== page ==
Big news for economy-car buyers: The Mazda Protege has been totally redesigned for 1999. If you liked the previous incarnation of the Protege--which was last overhauled in '95--you'll love the new version.
For 1999, Mazda's engineers have not only given the Protege a spiffy new suit of clothes--the new body design has a distinctly European look--they've also given it a new frame, two new engines to choose from and a re-designed transmission.
That ground-up rebuild is even more admirable in light of the fact that the previous Protege was so fundamentally sound and aesthetically pleasing that Mazda could have gone a few more years without a redesign--and the Protege would still have been one of the leaders in its class.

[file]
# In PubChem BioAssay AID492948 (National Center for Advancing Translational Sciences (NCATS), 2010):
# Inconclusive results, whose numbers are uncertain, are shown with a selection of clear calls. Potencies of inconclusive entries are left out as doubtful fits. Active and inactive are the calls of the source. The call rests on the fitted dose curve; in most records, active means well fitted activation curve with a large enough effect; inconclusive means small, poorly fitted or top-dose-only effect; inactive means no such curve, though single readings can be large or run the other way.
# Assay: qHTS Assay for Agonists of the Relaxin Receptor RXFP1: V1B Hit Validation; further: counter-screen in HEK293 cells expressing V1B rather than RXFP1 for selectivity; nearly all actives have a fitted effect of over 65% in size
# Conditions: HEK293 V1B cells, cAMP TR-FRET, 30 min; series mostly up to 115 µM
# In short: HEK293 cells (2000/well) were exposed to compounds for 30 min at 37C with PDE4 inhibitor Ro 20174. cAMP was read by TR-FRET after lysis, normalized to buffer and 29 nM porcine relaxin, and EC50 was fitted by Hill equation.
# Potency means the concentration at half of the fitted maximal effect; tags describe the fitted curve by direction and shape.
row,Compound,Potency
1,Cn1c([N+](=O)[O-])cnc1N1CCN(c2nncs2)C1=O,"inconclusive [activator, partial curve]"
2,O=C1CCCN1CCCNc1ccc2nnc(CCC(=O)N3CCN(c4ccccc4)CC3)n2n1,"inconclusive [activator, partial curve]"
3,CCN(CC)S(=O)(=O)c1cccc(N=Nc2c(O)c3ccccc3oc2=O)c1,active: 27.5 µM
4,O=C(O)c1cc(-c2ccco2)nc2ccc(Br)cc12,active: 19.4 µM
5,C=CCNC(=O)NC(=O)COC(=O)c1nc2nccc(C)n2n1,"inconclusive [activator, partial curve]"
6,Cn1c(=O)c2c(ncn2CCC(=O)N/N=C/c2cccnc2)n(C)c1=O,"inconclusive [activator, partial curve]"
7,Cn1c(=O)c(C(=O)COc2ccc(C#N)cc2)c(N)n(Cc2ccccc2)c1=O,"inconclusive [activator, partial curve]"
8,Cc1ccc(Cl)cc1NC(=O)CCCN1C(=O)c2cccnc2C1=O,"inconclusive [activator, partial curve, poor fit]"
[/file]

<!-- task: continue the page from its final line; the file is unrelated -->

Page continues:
Every time a world-class carmaker--and Mazda certainly qualifies--re-designs a stellar performer, they face a new challenge: How do you improve on a sure-fire winner? In the case of the Protege, Mazda has risen to the challenge by raising the bar--they've built luxury-car styling, comfort, and roominess into an economy car. The result is a compact car that's so far improved over the spartan econo-boxes of the 1980s and early-1990s that it seems like a different species.
The Mazda Protege comes in three trim levels: Top-line $15,375 ES, mid-line $13,580 LX and entry-level $12,420 DX.
ES is powered by a 1.8-liter, 4-cylinder 122-horsepower engine that is essentially a slimmed-down version of the 2.0-liter engine that powers the 626. The ES model also comes with bigger front disc brakes and a higher level of standard equipment.
LX and DX models come with a 1.6-liter 4-cylinder engine that puts out 105 horsepower. (For California buyers, the 1.6-liter engine meets that state's standards as an ultra-low-emissions vehicle.)
A five-speed manual transmission is standard. A 4-speed automatic transmission can be added as an $800 option.